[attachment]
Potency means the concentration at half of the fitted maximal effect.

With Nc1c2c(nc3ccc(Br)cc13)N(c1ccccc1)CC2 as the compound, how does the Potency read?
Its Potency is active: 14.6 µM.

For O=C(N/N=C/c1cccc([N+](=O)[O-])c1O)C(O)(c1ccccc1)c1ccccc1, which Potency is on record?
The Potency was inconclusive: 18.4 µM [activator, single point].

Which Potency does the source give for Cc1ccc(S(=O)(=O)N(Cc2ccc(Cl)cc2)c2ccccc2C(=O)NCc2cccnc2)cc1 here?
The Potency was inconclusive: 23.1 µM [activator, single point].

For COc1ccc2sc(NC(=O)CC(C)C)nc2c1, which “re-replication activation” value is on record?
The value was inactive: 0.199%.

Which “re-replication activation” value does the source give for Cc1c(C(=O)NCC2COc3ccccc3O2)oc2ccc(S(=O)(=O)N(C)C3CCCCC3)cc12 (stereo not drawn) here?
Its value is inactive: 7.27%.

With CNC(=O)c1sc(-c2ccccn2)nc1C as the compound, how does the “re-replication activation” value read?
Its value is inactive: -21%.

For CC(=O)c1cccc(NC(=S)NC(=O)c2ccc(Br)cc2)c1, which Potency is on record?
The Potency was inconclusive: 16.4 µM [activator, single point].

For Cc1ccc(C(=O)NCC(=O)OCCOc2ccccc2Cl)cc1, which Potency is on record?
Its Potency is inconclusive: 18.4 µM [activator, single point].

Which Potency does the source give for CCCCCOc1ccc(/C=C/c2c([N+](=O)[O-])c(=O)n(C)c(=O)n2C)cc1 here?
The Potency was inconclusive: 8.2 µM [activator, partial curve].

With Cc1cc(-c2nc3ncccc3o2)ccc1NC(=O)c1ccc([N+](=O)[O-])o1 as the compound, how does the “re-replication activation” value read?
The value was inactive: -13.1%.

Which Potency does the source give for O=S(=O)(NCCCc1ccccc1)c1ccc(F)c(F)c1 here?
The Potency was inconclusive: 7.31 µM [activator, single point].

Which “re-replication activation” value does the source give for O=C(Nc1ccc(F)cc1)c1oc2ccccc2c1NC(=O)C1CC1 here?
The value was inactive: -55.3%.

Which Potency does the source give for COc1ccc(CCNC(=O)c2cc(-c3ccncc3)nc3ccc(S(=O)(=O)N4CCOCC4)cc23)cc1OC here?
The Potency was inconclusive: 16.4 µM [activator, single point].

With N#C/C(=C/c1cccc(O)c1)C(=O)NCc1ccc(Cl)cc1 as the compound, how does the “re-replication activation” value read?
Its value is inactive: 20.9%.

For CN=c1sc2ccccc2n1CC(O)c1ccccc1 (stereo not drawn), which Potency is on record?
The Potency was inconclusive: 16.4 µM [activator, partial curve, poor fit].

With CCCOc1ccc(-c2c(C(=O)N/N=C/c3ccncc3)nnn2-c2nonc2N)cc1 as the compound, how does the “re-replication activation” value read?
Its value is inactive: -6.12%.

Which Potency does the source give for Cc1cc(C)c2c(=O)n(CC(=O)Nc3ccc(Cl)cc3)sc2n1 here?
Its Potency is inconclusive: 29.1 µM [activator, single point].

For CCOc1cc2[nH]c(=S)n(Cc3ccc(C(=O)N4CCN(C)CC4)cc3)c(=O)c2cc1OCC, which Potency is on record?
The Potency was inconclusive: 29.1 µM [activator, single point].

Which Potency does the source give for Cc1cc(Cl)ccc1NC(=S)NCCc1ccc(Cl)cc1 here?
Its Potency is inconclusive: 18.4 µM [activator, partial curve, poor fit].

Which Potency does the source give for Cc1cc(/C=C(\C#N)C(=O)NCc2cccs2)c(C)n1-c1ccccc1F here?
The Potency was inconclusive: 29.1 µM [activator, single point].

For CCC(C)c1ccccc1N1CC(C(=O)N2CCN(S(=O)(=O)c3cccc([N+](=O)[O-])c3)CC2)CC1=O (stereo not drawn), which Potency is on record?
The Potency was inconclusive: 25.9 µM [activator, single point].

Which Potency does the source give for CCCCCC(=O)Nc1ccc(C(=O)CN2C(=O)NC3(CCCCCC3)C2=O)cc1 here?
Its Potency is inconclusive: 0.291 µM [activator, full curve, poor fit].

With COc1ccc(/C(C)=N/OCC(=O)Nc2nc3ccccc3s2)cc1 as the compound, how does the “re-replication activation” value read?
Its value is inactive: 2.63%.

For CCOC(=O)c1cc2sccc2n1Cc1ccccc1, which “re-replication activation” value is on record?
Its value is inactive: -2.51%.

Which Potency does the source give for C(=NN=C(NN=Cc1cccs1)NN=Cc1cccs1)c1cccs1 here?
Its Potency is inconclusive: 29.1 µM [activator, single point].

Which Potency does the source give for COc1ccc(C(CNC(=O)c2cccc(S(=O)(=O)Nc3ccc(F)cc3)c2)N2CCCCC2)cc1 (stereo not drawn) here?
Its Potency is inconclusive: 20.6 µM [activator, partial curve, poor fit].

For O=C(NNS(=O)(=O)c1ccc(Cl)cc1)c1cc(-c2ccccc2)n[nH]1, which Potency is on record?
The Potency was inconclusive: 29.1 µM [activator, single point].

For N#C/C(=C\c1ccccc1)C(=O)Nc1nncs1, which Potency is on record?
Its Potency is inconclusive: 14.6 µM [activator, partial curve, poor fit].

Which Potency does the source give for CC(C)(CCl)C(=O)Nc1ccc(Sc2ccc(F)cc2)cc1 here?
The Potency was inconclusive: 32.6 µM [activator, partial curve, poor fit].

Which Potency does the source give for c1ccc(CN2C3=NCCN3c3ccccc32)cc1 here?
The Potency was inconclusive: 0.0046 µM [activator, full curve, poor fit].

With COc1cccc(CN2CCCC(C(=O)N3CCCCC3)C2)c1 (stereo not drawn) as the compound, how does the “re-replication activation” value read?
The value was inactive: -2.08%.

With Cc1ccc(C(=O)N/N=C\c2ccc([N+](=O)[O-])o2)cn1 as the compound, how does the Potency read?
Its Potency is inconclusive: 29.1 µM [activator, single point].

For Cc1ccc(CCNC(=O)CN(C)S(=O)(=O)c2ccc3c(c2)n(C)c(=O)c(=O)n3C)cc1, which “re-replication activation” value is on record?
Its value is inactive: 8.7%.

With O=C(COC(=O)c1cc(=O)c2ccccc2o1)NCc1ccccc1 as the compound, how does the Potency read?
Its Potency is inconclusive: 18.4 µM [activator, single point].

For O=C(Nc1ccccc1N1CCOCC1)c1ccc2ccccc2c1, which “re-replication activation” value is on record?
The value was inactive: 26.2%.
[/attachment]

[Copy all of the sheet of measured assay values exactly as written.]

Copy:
Potency means the concentration at half of the fitted maximal effect.

With Nc1c2c(nc3ccc(Br)cc13)N(c1ccccc1)CC2 as the compound, how does the Potency read?
Its Potency is active: 14.6 µM.

For O=C(N/N=C/c1cccc([N+](=O)[O-])c1O)C(O)(c1ccccc1)c1ccccc1, which Potency is on record?
The Potency was inconclusive: 18.4 µM [activator, single point].

Which Potency does the source give for Cc1ccc(S(=O)(=O)N(Cc2ccc(Cl)cc2)c2ccccc2C(=O)NCc2cccnc2)cc1 here?
The Potency was inconclusive: 23.1 µM [activator, single point].

For COc1ccc2sc(NC(=O)CC(C)C)nc2c1, which “re-replication activation” value is on record?
The value was inactive: 0.199%.

Which “re-replication activation” value does the source give for Cc1c(C(=O)NCC2COc3ccccc3O2)oc2ccc(S(=O)(=O)N(C)C3CCCCC3)cc12 (stereo not drawn) here?
Its value is inactive: 7.27%.

With CNC(=O)c1sc(-c2ccccn2)nc1C as the compound, how does the “re-replication activation” value read?
Its value is inactive: -21%.

For CC(=O)c1cccc(NC(=S)NC(=O)c2ccc(Br)cc2)c1, which Potency is on record?
The Potency was inconclusive: 16.4 µM [activator, single point].

For Cc1ccc(C(=O)NCC(=O)OCCOc2ccccc2Cl)cc1, which Potency is on record?
Its Potency is inconclusive: 18.4 µM [activator, single point].

Which Potency does the source give for CCCCCOc1ccc(/C=C/c2c([N+](=O)[O-])c(=O)n(C)c(=O)n2C)cc1 here?
The Potency was inconclusive: 8.2 µM [activator, partial curve].

With Cc1cc(-c2nc3ncccc3o2)ccc1NC(=O)c1ccc([N+](=O)[O-])o1 as the compound, how does the “re-replication activation” value read?
The value was inactive: -13.1%.

Which Potency does the source give for O=S(=O)(NCCCc1ccccc1)c1ccc(F)c(F)c1 here?
The Potency was inconclusive: 7.31 µM [activator, single point].

Which “re-replication activation” value does the source give for O=C(Nc1ccc(F)cc1)c1oc2ccccc2c1NC(=O)C1CC1 here?
The value was inactive: -55.3%.

Which Potency does the source give for COc1ccc(CCNC(=O)c2cc(-c3ccncc3)nc3ccc(S(=O)(=O)N4CCOCC4)cc23)cc1OC here?
The Potency was inconclusive: 16.4 µM [activator, single point].

With N#C/C(=C/c1cccc(O)c1)C(=O)NCc1ccc(Cl)cc1 as the compound, how does the “re-replication activation” value read?
Its value is inactive: 20.9%.

For CN=c1sc2ccccc2n1CC(O)c1ccccc1 (stereo not drawn), which Potency is on record?
The Potency was inconclusive: 16.4 µM [activator, partial curve, poor fit].

With CCCOc1ccc(-c2c(C(=O)N/N=C/c3ccncc3)nnn2-c2nonc2N)cc1 as the compound, how does the “re-replication activation” value read?
Its value is inactive: -6.12%.

Which Potency does the source give for Cc1cc(C)c2c(=O)n(CC(=O)Nc3ccc(Cl)cc3)sc2n1 here?
Its Potency is inconclusive: 29.1 µM [activator, single point].

For CCOc1cc2[nH]c(=S)n(Cc3ccc(C(=O)N4CCN(C)CC4)cc3)c(=O)c2cc1OCC, which Potency is on record?
The Potency was inconclusive: 29.1 µM [activator, single point].

Which Potency does the source give for Cc1cc(Cl)ccc1NC(=S)NCCc1ccc(Cl)cc1 here?
Its Potency is inconclusive: 18.4 µM [activator, partial curve, poor fit].

Which Potency does the source give for Cc1cc(/C=C(\C#N)C(=O)NCc2cccs2)c(C)n1-c1ccccc1F here?
The Potency was inconclusive: 29.1 µM [activator, single point].

For CCC(C)c1ccccc1N1CC(C(=O)N2CCN(S(=O)(=O)c3cccc([N+](=O)[O-])c3)CC2)CC1=O (stereo not drawn), which Potency is on record?
The Potency was inconclusive: 25.9 µM [activator, single point].

Which Potency does the source give for CCCCCC(=O)Nc1ccc(C(=O)CN2C(=O)NC3(CCCCCC3)C2=O)cc1 here?
Its Potency is inconclusive: 0.291 µM [activator, full curve, poor fit].

With COc1ccc(/C(C)=N/OCC(=O)Nc2nc3ccccc3s2)cc1 as the compound, how does the “re-replication activation” value read?
Its value is inactive: 2.63%.

For CCOC(=O)c1cc2sccc2n1Cc1ccccc1, which “re-replication activation” value is on record?
Its value is inactive: -2.51%.

Which Potency does the source give for C(=NN=C(NN=Cc1cccs1)NN=Cc1cccs1)c1cccs1 here?
Its Potency is inconclusive: 29.1 µM [activator, single point].

Which Potency does the source give for COc1ccc(C(CNC(=O)c2cccc(S(=O)(=O)Nc3ccc(F)cc3)c2)N2CCCCC2)cc1 (stereo not drawn) here?
Its Potency is inconclusive: 20.6 µM [activator, partial curve, poor fit].

For O=C(NNS(=O)(=O)c1ccc(Cl)cc1)c1cc(-c2ccccc2)n[nH]1, which Potency is on record?
The Potency was inconclusive: 29.1 µM [activator, single point].

For N#C/C(=C\c1ccccc1)C(=O)Nc1nncs1, which Potency is on record?
Its Potency is inconclusive: 14.6 µM [activator, partial curve, poor fit].

Which Potency does the source give for CC(C)(CCl)C(=O)Nc1ccc(Sc2ccc(F)cc2)cc1 here?
The Potency was inconclusive: 32.6 µM [activator, partial curve, poor fit].

Which Potency does the source give for c1ccc(CN2C3=NCCN3c3ccccc32)cc1 here?
The Potency was inconclusive: 0.0046 µM [activator, full curve, poor fit].

With COc1cccc(CN2CCCC(C(=O)N3CCCCC3)C2)c1 (stereo not drawn) as the compound, how does the “re-replication activation” value read?
The value was inactive: -2.08%.

With Cc1ccc(C(=O)N/N=C\c2ccc([N+](=O)[O-])o2)cn1 as the compound, how does the Potency read?
Its Potency is inconclusive: 29.1 µM [activator, single point].

For Cc1ccc(CCNC(=O)CN(C)S(=O)(=O)c2ccc3c(c2)n(C)c(=O)c(=O)n3C)cc1, which “re-replication activation” value is on record?
Its value is inactive: 8.7%.

With O=C(COC(=O)c1cc(=O)c2ccccc2o1)NCc1ccccc1 as the compound, how does the Potency read?
Its Potency is inconclusive: 18.4 µM [activator, single point].

For O=C(Nc1ccccc1N1CCOCC1)c1ccc2ccccc2c1, which “re-replication activation” value is on record?
The value was inactive: 26.2%.